VA picks Cerner to replace VistA; Trump says EHR will fix agency's data sharing 'once and for all'
The U.S. Department of Veterans Affairs will replace the outdated VistA electronic health record with Cerner, the same EHR vendor that is overhauling the U.S. Department of Defense’s system, Secretary David Shulkin, MD, announced Monday.
Shulkin’s decision fulfills his promise to decide VistA’s fate before July 1.
Congress has railed on both agencies for decades to alleviate issues with its EHR systems and other healthcare organizations have been pushing for VA to make the shift to Cerner.
“To date, VA and DoD have not adopted the same EHR system,” Shulkin said in a statement. “Instead, VA and DoD have worked together for many years to advance EHR interoperability between their many separate applications -- at the cost of several hundred millions of dollars -- in an attempt to create a consistent and accurate view of individual medical record information.”
While Shulkin said the agencies are semi-interoperable, “seamless care is fundamentally constrained by ever-changing information sharing standards, separate chains of command, complex governance, separate implementation schedules that must be coordinated to accommodate those changes from separate program offices that have separate funding appropriations, and a host of related complexities requiring constant lifecycle maintenance.”
Under a ‘Determination and Findings’ -- a written approval to solicit directly to a vendor -- Shulkin will hand the EHR acquisition to Cerner for deployment and transition of the VA enterprise to Cerner.
Shulkin said this will “enable seamless healthcare to veterans and qualified beneficiaries."
VA will also adopt “significant cybersecurity enhancements” that leverage the current architecture, tools and processes already in place by the DoD. As the VA has separate needs from the DoD, VA won’t be simply installing the same EHR, but it will be based on a similar Cerner platform.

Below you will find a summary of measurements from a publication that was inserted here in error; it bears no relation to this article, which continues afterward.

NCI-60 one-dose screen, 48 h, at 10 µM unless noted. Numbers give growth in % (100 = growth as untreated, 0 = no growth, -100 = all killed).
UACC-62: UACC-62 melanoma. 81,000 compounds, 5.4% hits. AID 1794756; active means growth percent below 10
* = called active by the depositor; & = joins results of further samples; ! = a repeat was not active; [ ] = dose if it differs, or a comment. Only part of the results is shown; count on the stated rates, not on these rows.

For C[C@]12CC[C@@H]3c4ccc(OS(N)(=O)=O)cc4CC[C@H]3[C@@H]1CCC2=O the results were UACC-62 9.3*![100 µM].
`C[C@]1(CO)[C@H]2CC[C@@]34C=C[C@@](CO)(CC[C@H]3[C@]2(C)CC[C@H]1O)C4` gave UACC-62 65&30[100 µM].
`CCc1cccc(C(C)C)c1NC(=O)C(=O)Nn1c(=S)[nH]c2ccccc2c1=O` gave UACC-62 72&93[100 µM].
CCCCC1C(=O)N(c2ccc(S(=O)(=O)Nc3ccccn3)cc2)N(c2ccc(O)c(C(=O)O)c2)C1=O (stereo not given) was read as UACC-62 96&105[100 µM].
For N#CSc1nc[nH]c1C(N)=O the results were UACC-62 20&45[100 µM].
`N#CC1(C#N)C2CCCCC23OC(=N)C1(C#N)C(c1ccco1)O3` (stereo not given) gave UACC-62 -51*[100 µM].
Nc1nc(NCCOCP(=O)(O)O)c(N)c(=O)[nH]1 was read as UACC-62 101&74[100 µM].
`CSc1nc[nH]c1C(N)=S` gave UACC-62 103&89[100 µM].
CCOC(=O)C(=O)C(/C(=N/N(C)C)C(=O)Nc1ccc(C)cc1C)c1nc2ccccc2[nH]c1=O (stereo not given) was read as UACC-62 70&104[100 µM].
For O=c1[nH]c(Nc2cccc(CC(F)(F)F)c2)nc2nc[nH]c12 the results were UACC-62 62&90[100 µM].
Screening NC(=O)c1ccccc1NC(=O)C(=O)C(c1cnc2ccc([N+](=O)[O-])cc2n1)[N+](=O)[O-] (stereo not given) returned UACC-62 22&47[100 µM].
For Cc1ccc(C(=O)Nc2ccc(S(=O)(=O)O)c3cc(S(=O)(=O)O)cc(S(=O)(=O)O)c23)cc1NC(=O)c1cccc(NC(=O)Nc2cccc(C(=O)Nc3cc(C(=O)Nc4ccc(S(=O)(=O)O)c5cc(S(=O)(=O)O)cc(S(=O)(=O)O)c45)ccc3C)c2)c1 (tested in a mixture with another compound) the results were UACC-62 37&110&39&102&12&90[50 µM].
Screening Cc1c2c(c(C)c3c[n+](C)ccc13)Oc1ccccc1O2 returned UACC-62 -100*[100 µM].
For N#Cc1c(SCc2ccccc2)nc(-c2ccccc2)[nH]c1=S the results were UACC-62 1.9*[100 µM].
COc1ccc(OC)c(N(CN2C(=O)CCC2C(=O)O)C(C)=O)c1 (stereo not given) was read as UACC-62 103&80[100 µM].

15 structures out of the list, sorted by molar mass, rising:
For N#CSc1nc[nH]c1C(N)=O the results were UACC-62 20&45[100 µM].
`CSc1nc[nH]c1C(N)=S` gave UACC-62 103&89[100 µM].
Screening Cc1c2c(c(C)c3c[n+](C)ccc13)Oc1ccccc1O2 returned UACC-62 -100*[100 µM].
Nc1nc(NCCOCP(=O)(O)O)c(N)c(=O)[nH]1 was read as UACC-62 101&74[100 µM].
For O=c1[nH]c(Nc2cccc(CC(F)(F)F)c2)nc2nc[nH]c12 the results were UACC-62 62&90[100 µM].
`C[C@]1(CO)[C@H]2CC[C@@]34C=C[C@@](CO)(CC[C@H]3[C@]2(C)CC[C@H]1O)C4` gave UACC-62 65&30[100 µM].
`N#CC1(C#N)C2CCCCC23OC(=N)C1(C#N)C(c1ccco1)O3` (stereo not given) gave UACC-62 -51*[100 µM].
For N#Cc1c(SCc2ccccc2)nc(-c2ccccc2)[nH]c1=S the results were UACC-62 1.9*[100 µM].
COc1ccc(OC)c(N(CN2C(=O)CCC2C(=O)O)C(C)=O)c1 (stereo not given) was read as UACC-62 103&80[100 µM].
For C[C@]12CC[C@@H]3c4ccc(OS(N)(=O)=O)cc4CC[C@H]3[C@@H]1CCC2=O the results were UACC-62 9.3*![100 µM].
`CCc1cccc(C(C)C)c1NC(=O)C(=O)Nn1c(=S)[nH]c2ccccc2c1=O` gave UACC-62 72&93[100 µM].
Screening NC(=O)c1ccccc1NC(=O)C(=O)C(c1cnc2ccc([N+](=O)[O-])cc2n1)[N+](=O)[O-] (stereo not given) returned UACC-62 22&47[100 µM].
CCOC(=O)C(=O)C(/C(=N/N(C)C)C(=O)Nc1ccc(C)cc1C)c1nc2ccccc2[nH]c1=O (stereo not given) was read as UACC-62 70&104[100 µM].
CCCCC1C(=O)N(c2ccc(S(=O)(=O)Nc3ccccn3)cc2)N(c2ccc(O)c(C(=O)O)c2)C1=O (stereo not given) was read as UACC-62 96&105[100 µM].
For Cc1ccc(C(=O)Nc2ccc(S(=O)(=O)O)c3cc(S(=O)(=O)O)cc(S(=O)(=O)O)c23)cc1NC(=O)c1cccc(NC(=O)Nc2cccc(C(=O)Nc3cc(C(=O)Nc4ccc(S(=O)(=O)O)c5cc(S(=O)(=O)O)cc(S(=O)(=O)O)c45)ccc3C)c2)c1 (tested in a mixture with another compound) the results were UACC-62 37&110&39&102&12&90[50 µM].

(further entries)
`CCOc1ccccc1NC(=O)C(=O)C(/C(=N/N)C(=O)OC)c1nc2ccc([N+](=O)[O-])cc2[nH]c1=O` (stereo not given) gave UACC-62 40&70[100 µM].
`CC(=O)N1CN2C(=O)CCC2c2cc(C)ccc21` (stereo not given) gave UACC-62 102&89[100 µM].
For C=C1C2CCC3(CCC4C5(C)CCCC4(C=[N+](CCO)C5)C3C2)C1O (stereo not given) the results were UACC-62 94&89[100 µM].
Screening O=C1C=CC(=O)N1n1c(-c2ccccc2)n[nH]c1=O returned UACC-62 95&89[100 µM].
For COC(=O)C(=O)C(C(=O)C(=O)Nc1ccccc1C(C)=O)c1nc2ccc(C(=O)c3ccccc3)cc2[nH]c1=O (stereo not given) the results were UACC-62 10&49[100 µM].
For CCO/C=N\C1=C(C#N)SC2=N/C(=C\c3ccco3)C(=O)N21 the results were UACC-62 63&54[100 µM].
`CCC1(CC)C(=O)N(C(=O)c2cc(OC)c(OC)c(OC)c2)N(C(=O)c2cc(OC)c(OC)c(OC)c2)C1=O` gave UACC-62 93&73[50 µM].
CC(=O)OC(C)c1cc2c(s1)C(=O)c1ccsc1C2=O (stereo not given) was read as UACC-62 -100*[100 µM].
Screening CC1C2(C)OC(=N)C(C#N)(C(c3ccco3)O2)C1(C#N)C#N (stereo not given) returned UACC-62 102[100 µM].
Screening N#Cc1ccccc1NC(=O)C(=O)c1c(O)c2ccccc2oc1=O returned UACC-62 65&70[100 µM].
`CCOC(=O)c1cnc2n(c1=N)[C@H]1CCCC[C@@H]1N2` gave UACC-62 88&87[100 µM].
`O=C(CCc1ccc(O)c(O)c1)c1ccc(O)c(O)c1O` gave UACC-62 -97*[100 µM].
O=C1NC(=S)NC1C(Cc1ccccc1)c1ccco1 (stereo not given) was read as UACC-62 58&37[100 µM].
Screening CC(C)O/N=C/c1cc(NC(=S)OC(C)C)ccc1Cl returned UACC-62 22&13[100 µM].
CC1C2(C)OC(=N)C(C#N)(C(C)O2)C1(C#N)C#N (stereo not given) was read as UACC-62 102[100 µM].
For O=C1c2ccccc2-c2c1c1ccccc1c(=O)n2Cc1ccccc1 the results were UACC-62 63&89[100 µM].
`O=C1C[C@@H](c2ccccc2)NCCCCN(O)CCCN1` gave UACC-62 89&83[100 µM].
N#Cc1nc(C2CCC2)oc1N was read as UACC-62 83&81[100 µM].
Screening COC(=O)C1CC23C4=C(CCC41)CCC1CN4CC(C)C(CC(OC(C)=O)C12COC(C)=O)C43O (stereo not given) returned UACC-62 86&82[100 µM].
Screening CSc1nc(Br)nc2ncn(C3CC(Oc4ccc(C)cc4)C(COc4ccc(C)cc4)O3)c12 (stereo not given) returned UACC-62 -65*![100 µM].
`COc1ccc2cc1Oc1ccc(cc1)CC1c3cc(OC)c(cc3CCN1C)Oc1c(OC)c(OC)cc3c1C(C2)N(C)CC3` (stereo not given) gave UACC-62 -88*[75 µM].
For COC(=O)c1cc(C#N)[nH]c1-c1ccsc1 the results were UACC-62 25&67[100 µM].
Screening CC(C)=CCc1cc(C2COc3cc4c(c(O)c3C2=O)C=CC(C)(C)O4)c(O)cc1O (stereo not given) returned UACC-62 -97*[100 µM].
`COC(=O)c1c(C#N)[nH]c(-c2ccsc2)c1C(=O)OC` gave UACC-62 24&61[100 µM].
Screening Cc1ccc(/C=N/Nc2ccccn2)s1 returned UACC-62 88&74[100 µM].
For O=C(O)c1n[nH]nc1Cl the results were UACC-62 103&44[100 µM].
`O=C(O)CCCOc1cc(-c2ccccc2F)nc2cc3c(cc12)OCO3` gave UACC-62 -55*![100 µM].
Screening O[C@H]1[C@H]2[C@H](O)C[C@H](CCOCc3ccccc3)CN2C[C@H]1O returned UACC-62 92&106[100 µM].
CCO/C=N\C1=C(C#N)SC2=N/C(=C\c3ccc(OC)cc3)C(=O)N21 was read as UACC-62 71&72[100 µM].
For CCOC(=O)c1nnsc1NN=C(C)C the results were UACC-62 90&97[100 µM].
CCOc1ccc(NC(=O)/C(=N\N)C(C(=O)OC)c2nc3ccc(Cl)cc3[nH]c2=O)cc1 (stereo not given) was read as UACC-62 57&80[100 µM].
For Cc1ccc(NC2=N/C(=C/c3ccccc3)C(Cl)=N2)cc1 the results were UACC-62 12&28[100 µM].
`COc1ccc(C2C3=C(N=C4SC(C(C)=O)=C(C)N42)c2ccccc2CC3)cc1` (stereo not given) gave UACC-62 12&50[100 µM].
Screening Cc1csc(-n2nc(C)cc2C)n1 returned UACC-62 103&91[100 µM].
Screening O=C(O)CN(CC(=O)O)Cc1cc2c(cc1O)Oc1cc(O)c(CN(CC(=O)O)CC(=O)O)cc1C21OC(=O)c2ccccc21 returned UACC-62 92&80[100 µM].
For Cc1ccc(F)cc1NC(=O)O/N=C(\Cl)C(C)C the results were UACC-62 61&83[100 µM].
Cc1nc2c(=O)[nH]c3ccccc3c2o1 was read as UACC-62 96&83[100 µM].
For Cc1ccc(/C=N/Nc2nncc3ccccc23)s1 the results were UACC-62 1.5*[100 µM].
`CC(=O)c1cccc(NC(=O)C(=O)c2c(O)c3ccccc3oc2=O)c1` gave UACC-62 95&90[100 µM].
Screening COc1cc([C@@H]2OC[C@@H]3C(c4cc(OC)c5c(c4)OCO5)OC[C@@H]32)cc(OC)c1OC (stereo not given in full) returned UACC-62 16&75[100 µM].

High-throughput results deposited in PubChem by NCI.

“We can’t wait years, as DoD did in its EHR acquisition process, to get our next generation EHR in place,” said Shulkin. “We’re embarking on creating something that has not been done before: an integrated product that, while utilizing the DoD platform, will require a meaningful integration with other vendors to create a system that serves Veterans in the best possible way.”
At an Air Traffic Control press conference, President Donald Trump lauded Shulkin and his decision:
“I’m pleased to say we are finally taking steps to finally solve this situation once and for all,” said Trump. “The records will now be able to follow the veteran as they leave service. Meaning, faster, better and far better quality care.”
“This is one of the biggest wins for our veterans in decades. And I congratulate Secretary Shulkin for making this very, very important decision,” he continued. “Of course there is still much work to do, but for today’s action, it shows the determined leadership and what it can accomplish: great, great reform. This is really monumental reform, but it’s just the beginning.”
Cerner, in a statement, said it was excited to take over the EHR.
"Earlier today, the Department of Veterans Affairs announced its decision to modernize its existing health records platform by choosing Cerner’s commercial off-the-shelf Millennium EHR solution," the company said. "We believe this project, in concert with ongoing progress towards implementing the Department of Defense’s MHS Genesis system, will lead to ongoing innovation, improved interoperability and the creation of a single longitudinal health record that can facilitate the efficient exchange of data among military care facilities and the thousands of civilian health care providers where current and former service members receive healthcare."